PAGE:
In Duran v. La Boom Disco, Inc., No. 17-cv-6331 (ARR) (CLP), 2019 U.S. Dist. LEXIS 30012 (E.D.N.Y. Feb. 25, 2019), Judge Duran sua sponte granted summary judgment to a TCPA defendant based on its absence of use of a ATDS.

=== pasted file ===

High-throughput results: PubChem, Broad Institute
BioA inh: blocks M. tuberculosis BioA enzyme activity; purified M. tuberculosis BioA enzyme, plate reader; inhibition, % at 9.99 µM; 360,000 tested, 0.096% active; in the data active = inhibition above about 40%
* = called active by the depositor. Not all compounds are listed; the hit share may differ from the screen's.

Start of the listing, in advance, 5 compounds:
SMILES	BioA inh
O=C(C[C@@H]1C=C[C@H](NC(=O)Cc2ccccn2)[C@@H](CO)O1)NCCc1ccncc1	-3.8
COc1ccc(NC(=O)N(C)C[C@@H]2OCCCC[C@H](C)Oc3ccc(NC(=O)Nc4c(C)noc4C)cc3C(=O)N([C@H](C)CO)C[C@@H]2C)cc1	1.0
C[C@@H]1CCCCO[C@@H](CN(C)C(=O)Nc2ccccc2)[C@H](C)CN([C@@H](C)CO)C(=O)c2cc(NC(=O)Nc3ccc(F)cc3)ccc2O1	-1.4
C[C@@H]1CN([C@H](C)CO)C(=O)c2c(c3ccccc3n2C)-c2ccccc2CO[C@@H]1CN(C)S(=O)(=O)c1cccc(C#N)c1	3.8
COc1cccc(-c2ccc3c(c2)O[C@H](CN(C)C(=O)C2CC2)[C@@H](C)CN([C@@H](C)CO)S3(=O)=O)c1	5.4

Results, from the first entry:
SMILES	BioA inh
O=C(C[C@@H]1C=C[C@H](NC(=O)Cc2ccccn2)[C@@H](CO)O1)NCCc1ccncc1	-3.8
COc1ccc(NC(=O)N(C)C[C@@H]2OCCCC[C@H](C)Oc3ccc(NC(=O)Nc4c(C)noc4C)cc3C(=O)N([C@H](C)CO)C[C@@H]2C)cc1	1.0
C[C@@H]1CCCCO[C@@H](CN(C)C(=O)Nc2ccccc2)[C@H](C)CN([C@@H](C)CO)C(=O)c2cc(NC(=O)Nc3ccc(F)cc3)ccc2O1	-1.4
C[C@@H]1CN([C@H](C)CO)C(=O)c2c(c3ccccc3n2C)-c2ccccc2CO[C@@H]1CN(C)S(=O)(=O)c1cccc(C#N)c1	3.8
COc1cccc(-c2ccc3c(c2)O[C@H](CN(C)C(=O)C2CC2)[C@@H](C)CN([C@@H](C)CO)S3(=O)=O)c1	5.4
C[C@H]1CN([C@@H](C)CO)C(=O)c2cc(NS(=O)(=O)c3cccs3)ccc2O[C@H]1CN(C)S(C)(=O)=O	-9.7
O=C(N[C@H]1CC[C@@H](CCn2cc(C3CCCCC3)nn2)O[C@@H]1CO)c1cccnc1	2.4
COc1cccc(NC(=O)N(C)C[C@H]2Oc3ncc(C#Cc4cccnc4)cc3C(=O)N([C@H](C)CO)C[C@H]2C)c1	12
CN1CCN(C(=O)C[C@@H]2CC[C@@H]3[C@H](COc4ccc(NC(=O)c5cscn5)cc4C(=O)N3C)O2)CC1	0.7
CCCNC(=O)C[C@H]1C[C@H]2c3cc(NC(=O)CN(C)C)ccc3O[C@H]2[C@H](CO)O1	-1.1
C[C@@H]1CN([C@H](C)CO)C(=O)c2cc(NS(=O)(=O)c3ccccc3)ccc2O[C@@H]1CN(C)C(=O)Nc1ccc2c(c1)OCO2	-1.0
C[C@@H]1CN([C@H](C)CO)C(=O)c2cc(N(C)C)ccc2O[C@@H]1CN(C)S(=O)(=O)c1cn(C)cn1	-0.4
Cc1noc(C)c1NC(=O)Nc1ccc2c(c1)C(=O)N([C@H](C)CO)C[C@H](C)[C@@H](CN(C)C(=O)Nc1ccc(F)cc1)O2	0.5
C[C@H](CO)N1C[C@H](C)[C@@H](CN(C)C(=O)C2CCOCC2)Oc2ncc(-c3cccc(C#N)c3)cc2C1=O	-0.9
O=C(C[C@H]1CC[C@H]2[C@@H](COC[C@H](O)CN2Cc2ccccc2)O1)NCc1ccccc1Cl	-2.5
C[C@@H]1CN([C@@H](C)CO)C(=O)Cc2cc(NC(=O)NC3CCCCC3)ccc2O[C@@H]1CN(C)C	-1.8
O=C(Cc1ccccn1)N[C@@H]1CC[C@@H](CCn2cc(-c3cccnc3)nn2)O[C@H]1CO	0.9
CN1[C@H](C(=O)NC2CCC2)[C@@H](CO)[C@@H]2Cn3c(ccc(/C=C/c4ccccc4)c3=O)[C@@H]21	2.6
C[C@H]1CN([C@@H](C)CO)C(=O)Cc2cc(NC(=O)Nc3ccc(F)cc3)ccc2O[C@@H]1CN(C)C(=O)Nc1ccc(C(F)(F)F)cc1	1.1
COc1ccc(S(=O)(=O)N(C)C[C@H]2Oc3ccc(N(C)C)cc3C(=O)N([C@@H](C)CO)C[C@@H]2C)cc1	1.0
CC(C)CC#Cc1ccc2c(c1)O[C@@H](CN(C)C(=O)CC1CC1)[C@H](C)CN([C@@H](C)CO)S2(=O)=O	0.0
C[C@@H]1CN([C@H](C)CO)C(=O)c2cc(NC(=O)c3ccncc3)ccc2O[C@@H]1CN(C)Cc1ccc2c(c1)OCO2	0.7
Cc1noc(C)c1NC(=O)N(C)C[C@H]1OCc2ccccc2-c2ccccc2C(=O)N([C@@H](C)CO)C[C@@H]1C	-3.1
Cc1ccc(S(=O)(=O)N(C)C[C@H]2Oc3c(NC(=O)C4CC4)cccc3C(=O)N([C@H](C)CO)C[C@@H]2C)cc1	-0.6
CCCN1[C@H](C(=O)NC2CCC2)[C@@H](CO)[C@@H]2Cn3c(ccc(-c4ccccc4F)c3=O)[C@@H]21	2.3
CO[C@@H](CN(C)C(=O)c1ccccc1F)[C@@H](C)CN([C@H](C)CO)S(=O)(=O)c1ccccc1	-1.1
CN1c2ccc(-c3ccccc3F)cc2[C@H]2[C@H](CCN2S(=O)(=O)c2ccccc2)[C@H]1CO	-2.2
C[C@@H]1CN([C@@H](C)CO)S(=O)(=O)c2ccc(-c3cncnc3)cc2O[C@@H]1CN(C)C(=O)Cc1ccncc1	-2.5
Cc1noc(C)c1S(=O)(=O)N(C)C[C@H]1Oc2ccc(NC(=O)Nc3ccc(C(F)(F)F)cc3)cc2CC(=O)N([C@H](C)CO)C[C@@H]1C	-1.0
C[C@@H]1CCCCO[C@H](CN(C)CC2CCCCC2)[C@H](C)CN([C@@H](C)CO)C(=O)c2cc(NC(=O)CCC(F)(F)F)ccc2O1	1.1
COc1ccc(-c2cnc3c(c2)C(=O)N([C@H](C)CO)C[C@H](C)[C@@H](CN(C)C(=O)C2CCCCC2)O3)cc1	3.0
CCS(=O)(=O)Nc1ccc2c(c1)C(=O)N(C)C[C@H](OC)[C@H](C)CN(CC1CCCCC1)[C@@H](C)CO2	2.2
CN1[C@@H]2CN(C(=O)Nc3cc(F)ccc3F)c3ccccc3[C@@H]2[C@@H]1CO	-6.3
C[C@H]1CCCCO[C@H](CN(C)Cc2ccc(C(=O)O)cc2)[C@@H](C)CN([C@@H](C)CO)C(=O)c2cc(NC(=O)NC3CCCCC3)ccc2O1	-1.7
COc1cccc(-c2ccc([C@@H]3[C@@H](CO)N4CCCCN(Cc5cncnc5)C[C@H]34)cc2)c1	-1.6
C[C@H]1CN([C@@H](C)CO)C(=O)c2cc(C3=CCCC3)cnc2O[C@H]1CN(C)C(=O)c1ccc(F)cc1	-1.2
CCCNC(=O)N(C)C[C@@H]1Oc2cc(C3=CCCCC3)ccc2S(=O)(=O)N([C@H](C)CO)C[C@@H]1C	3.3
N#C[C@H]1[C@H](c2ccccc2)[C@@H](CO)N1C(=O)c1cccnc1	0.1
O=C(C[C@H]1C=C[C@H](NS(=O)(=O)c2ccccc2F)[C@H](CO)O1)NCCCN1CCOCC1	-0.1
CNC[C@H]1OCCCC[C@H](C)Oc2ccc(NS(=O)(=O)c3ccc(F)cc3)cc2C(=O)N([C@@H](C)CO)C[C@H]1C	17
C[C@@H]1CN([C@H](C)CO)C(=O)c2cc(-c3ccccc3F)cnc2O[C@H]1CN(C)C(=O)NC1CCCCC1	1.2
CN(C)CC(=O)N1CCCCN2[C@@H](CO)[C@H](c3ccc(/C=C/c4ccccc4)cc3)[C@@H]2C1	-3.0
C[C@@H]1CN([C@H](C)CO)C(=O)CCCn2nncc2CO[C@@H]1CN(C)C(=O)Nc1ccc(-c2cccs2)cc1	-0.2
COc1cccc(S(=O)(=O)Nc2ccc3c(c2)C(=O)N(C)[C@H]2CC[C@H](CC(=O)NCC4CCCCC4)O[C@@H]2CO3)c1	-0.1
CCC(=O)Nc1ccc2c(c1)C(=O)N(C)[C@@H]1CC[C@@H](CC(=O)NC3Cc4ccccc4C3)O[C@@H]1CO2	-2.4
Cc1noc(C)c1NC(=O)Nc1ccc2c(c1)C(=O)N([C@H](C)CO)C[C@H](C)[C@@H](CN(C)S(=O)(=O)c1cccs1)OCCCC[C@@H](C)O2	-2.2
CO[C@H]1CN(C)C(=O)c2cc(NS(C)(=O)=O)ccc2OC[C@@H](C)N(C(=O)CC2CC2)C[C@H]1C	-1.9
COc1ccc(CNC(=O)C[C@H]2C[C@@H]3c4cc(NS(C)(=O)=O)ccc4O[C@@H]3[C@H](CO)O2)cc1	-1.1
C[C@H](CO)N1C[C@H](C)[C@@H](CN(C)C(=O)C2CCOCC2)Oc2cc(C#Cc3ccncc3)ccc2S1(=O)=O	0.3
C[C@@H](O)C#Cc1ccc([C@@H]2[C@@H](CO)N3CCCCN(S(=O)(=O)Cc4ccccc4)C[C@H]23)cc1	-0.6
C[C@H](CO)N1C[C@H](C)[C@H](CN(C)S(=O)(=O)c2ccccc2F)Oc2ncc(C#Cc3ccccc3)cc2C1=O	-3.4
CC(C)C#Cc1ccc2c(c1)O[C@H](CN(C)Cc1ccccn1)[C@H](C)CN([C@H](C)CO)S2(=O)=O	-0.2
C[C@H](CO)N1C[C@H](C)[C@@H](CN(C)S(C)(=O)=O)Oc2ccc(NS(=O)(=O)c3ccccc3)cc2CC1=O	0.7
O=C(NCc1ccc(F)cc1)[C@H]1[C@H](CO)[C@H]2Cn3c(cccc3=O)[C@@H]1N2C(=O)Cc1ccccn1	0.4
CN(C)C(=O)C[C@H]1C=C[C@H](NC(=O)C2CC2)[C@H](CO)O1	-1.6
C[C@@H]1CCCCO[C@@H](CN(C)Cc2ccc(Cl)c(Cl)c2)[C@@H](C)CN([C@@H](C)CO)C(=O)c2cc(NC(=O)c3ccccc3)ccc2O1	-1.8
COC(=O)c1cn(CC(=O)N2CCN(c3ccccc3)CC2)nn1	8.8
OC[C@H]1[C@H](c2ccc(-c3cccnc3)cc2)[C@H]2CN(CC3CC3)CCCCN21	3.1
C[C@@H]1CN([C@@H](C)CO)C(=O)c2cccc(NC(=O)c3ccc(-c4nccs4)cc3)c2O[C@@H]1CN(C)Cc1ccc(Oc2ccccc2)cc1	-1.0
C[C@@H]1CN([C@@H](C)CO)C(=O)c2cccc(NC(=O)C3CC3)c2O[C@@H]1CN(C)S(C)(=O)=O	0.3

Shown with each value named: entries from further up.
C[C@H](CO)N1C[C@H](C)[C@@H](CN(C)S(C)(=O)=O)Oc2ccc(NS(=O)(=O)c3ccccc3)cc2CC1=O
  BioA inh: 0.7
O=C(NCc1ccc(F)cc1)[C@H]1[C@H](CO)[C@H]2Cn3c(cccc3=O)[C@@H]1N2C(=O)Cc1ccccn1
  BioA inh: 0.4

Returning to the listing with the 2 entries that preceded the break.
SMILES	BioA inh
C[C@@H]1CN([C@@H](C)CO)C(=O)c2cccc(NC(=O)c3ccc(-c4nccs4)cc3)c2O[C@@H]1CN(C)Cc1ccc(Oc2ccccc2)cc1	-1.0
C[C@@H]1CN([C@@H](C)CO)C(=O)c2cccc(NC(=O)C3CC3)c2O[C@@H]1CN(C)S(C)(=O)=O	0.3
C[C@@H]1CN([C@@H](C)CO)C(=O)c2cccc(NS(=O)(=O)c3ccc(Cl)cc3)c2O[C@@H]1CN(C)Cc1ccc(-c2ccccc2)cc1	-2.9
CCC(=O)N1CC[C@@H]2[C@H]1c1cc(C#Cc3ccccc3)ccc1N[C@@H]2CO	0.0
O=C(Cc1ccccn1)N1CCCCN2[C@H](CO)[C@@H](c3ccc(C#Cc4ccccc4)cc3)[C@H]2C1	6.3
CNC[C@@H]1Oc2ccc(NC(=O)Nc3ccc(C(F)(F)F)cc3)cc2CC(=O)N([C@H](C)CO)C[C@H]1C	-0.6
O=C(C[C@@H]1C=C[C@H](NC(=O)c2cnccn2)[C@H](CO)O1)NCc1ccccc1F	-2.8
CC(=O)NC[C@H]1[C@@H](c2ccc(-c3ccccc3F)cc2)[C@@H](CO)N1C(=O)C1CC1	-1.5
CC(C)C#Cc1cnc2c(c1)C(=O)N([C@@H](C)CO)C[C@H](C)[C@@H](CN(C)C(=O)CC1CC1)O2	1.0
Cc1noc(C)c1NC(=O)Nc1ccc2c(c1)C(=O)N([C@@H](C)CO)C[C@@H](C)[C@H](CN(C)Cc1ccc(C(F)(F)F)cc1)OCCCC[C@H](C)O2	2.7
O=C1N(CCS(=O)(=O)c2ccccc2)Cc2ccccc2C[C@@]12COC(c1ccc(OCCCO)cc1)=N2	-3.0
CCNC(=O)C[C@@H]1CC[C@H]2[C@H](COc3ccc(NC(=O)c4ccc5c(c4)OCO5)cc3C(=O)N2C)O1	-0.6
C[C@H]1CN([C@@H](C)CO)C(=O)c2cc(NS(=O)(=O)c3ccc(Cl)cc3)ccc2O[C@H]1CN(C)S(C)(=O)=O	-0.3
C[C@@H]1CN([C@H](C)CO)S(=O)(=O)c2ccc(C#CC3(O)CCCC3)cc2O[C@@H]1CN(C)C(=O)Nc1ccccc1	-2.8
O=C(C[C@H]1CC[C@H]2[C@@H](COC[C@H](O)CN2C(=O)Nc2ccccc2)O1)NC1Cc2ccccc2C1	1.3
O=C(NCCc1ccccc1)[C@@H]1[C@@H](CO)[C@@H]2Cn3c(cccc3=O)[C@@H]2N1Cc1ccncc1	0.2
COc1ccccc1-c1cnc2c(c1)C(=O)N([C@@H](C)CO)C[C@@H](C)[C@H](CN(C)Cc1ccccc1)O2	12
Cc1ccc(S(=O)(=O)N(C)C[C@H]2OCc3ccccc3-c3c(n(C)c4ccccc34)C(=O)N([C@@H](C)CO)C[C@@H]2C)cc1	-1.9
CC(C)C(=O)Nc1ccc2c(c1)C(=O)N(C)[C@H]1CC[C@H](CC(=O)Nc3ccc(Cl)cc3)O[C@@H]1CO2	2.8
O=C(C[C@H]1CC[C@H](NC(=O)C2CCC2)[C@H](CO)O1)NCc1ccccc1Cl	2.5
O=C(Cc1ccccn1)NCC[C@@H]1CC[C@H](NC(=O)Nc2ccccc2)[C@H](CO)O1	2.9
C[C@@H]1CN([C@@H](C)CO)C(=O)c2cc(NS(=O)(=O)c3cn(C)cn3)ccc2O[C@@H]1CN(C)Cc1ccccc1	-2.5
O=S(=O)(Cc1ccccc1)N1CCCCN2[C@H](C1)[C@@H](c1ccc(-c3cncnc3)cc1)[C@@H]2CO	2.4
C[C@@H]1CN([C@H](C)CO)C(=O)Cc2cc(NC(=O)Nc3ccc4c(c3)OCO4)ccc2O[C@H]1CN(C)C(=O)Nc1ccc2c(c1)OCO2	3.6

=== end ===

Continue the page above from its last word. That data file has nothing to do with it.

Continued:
The Second Circuit, however, only analyzed the meaning of “capacity” under “the statutory language itself.” As discussed earlier, the court declined to weigh in on the requisite functions of an autodialer. Importantly, the invalidation of the 2015 [*27]  Order does not have the same impact on “capacity” as it does on autodialer functions. Regarding “capacity,” the invalidation of the 2015 Order forces courts to analyze “capacity” under the statute, because the FCC had not offered prior guidance on the term.11 The FCC had, however, offered prior guidance on requisite autodialer functions, see 2003 Order, supra, ¶¶ 129-33; 2008 Order, supra, ¶¶ 12-13; 2012 Order, supra, ¶ 2 n.5, so the invalidation of the 2015 Order does not necessarily send courts back to the statute to analyze these functions. I understand the Second Circuit’s statement that “an administrative interpretation of the statute . . . has now been invalidated” and it must “consider the meaning of the statute independently, without an administrative interpretation to defer to” as limited to the meaning of the term “capacity.” King, 894 F.3d at 482 (holding that “the best interpretation of the statutory language is the one suggested by the D.C. Circuit’s discussion in ACA International: in the TCPA’s definition of an autodialer, a device’s ‘capacity’ refers to its current functions absent additional modifications”). I find support for this interpretation in the Second Circuit’s decision not to mention the prior FCC Orders or weigh in on the functions [*28]  an autodialer must possess. See id. at 481-82. Thus, the critical question for the courts in this circuit is whether invalidating the 2015 Order implicitly invalidates the analogous portions of the prior FCC Orders discussing autodialer functions. For the following reasons, I conclude that it does not. While courts in this circuit do not appear to have addressed the issue, a growing number of courts in other circuits have. See, e.g., Richardson, 2018 U.S. Dist. LEXIS 212558, 2018 WL 6622996, at *4-5 (collecting cases). Many courts have upheld the validity of the prior FCC Orders, in large part because ACA International does not clearly address the validity of these Orders. See, e.g., Reyes v. BCA Fin. Servs., Inc., 312 F. Supp. 3d 1308, 1321 (S.D. Fla. 2018) (“[N]owhere in the D.C. Circuit’s opinion are the prior FCC orders overruled.”); see also Richardson, 2018 U.S. Dist. LEXIS 212558, 2018 WL 6622996, at *4 (collecting cases); Pl.’s Reply 12-14 (same). Courts finding that the invalidation of the 2015 Order implicitly invalidates the prior FCC Orders generally engage in a two-part analysis. First, the courts cite to the D.C. Circuit’s holding that the 2015 Order is invalid because it offers competing views as to whether an autodialer must be able to generate random or sequential numbers. See Thompson-Harbach v. USAA Fed. Sav. Bank, No. 15-CV-2098-CJW-KEM, 2019 U.S. Dist. LEXIS 3687, 2019 WL 148711, at *10-11 (N.D. Iowa Jan. 9, 2019); Richardson, 2018 U.S. Dist. LEXIS 212558, 2018 WL 6622996, at *5; Pinkus v. Sirius XM Radio, Inc., 319 F. Supp. 3d 927, 934-35 (N.D. Ill. 2018); Sessions v. Barclays Bank Del., 317 F. Supp. 3d 1208, 1212-13 (N.D. Ga. 2018). Second, the courts [*29]  conclude that the 2003 Order must also offer a competing view, because as the D.C. Circuit noted, both the 2003 and 2015 Orders drew a distinction between numbers that are randomly or sequentially generated and numbers that come from lists. See Thompson-Harbach, 2019 U.S. Dist. LEXIS 3687, 2019 WL 148711, at *11; Richardson, 2018 U.S. Dist. LEXIS 212558, 2018 WL 6622996, at *5; Pinkus, 319 F. Supp. 3d at 935; Sessions, 317 F. Supp. 3d at 1212. This line of reasoning is incorrect. As discussed earlier, the 2003 Order clearly holds that equipment that calls from a list can meet the statutory definition of an autodialer. See supra Section II.A.i—ii; see also Maes v. Charter Commc’n, 345 F. Supp. 3d 1064, 1069 (W.D. Wis. 2018). While the D.C. Circuit did bring attention to the 2003 Order’s distinction between randomly or sequentially generated numbers and a list of numbers, it did so only to reinforce its understanding of the 2015 Order, i.e., that the FCC’s use of “dialing random or sequential numbers” meant “generating those numbers and then dialing them.” See ACA Int’l, 885 F.3d at 702. Only the 2015 Order contained a contradiction, however, by stating that equipment must have the capacity to “dial random or sequential numbers” in order to qualify as an autodialer. See supra Section II.A.ii; see also Maes, 345 F. Supp. 3d at 1068 (“[T]he flaw in the 2015 ruling was not that it reaffirmed the 2003 order, but that it both reaffirmed the 2003 order and contradicted it.”). In fact, the D.C. Circuit [*30]  expressly declined to endorse either interpretation of an autodialer. See ACA Int’l, 885 F.3d at 702-03 (“The 2015 ruling . . . gives no clear answer (and in fact seems to give both answers). It might be permissible for the Commission to adopt either interpretation. But the Commission cannot, consistent with reasoned decisionmaking, espouse both competing interpretations in the same order.”). Because the logic behind invalidating the 2015 Order does not apply to the prior FCC Orders, I conclude that the invalidation of the 2015 Order does not implicitly invalidate the prior FCC Orders. See also Maes, 345 F. Supp. 3d at 1068-70 (finding the same). I will therefore continue to rely on those Orders to interpret the definition of an autodialer. B. ExpressText and EZ Texting As discussed earlier, I interpret the prior FCC Orders as holding that equipment can meet the definition of an autodialer if it pulls from a list of numbers, so long as the equipment also has the capacity to dial those numbers without human intervention. See supra Section II.A.i. Plaintiff concedes that the programs at issue lack the ability to generate randomized or sequential numbers. See Pl.’s Br. 16 (“Their websites do not indicate that these systems have the capacity to actually [*31]  ‘produce’ telephone numbers ‘using a random or sequential number generator.’ Rather, the automated text messaging works off of a pre-established list of numbers that have been uploaded into the system.” (citation omitted)); see also Patel Aff. ¶¶ 8-9 (stating that ExpressText “does not have the ability to generate randomized or sequential lists of contact cell phone numbers” and “does not dial cell phone numbers or send text messages sequentially or randomly”); Ramos, 334 F. Supp. 3d at 1265 (“[T]he CEO of . . . the company that owns the EZ-texting program[] confirms that the program can only be used to send messages to specific identified numbers that have been inputted into the system by the customer . . . [and] does not have the ability to . . . generate phone numbers.”). Because I do not understand the prior FCC Orders as requiring random or sequential number generation, I do not find that the programs’ reliance on a database of numbers disqualifies them from TCPA coverage; rather, I conclude that they do not qualify as autodialers because they are not capable of dialing numbers without human intervention. There is no dispute that for the programs to function, “a human agent must determine [the time to send [*32]  the message], the content of the messages, and upload the numbers to be texted into the system.” Pl.’s Reply 16; see also Pl.’s Br. 14-16; Patel Dep. 10:10-12; Najera Dep. 40:7-11. Plaintiff argues that these programs operate without human intervention because “the user does not have to ‘click’ before each number is dialed. Rather, the user can simply direct the system to fire off thousands of texts at a designated time.” Pl.’s Reply 16. Neither the FCC Orders nor the relevant case law support plaintiff’s understanding of what it means to operate without human intervention. When the FCC expanded the definition of an autodialer to include predictive dialers, the FCC emphasized that “[t]he principal feature of predictive dialing software is a timing function.” 2003 Order, supra, ¶ 131 (emphasis added). Thus, the human-intervention test turns not on whether the user must send each individual message, but rather on whether the user (not the software) determines the time at which the numbers are dialed. See Blow v. Bijora, Inc., 191 F. Supp. 3d 780, 788 (N.D. Ill. 2016) (“The uncontested facts show that the technology in this case does not possess . . . the sine qua non of a predictive dialer—the ‘timing function.’ The FCC considers predictive dialers to fall within [*33]  the definition of an ATDS because the dialer itself, and not the user, decides when to call.” (citation omitted) (citing 2003 Order, supra, ¶ 131)), aff’d on other grounds, 855 F.3d 793 (7th Cir. 2017);12 see also Ramos, 334 F. Supp. 3d at 1275 (concluding that the EZ Texting program used by defendant “was not an ATDS” because “no text message would have been sent” if defendant “had not ultimately pressed ‘send’ to authorize the EZ-Texting platform to send the text message”). The Ramos court examined four cases dealing with EZ Texting or a similar program. See id. at 1274-75. In each case, the court granted summary judgment for the defendant and found that the program required too much human involvement to be an ATDS. See Herrick v. LLC, 312 F. Supp. 3d 792, 803 (D. Ariz. 2018) (“[Defendant] . . . had to . . . log into the system, create a message, schedule a time to send it, and perhaps most importantly, enter a code to authorize its ultimate transmission. As such, the text was not sent automatically or without human intervention and thus was not sent using an autodialer . . . .”), appeal docketed, No. 18-16048 (9th Cir. June 7, 2018); Luna v. Shac, LLC, 122 F. Supp. 3d 936, 941 (N.D. Cal. 2015) (“[H]uman intervention was involved in several stages of the process prior to Plaintiff’s receipt of the text message, and was not limited to the act of uploading the telephone number to the [*34]  . . . database . . . . As explained above, human intervention was involved in drafting the message, determining the timing of the message, and clicking ‘send’ on the website to transmit the message to Plaintiff.”), appeal dismissed, No. 15-16790 (9th Cir. Nov. 20, 2015); see also Jenkins v. mGage, LLC, No. 1:14-cv-2791-WSD, 2016 U.S. Dist. LEXIS 106769, 2016 WL 4263937, at *5-7 (N.D. Ga. Aug. 12, 2016); Blow, 191 F. Supp. 3d at 788.13 To support his understanding of human intervention, plaintiff relies on a number of cases dealing with predictive dialers. The programs at issue in this case, however, are not predictive dialers, and the predictive-dialer cases cited by plaintiff actually support the notion that a program does not qualify as an autodialer unless a computer determines when to send the message. See Espejo v. Santander Consumer USA, Inc., No. 11 C 8987, 2016 U.S. Dist. LEXIS 142259, 2016 WL 6037625, at *4 (N.D. Ill. Oct. 14, 2016) (holding that “there is little [human intervention] to speak of” as the “‘dialer’—not the agents—makes the calls ‘by dialing numbers from the uploaded list'”); Strauss v. CBE Grp., 173 F. Supp. 3d 1302, 1309 (S.D. Fla. 2016) (“To determine whether a dialer is a predictive dialing system, and therefore an ATDS, ‘the primary consideration . . . is whether human intervention is required at the point in time at which the number is dialed.'” (quoting Brown v. NRA Grp., No. 6:14-cv-610-Orl-31-KRS, 2015 U.S. Dist. LEXIS 73065, 2015 WL 3562740, at *2 (M.D. Fla. June 5, 2015));  [*35] In re Collecto, Inc., No. 14-MD-02513-RGS, 2016 U.S. Dist. LEXIS 16319, 2016 WL 552459, at *4 n.9 (D. Mass. Feb. 10, 2016) (distinguishing between programs that require human intervention solely “to activate the process (by assembling a list of numbers and uploading them to the dialer)” from programs where “human intervention [is] required to dial the target telephones”).14 While I agree with plaintiff that “[a]n unsolicited text delivered at, say, 5:00 PM will be equally obtrusive whether it was a human being or a computer who determined that it should be delivered then,” Pl.’s Reply 16, the requirement that a computer determine the time in order for the device to qualify as ATDS is not arbitrary. The FCC decided to include predictive dialers under the statutory definition of an ATDS because “[t]he legislative history . . . suggests that through the TCPA, Congress was attempting to alleviate a particular problem—an increasing number of automated and prerecorded calls.” 2003 Order, supra, ¶ 133. Presumably, programs with computer-run timing functions have the capability to barrage consumers at a higher rate than programs requiring more human involvement. In sum, because a user determines [*36]  the time at which the ExpressText and EZ Texting programs send messages to recipients, they operate with too much human involvement to meet the definition of an autodialer. Summary judgment for plaintiff is therefore improper. Further, since plaintiff’s motion turns on whether the programs qualify as autodialers, I conclude that “all of the evidentiary materials that [plaintiff] might submit in response to a motion for summary judgment [on this issue] are before the court.” Bridgeway Corp., 201 F.3d at 140. Because the record reveals no material dispute as to how the programs work, and I find that the programs are not autodialers as a matter of law, a sua sponte grant of summary judgment against plaintiff is appropriate. See id.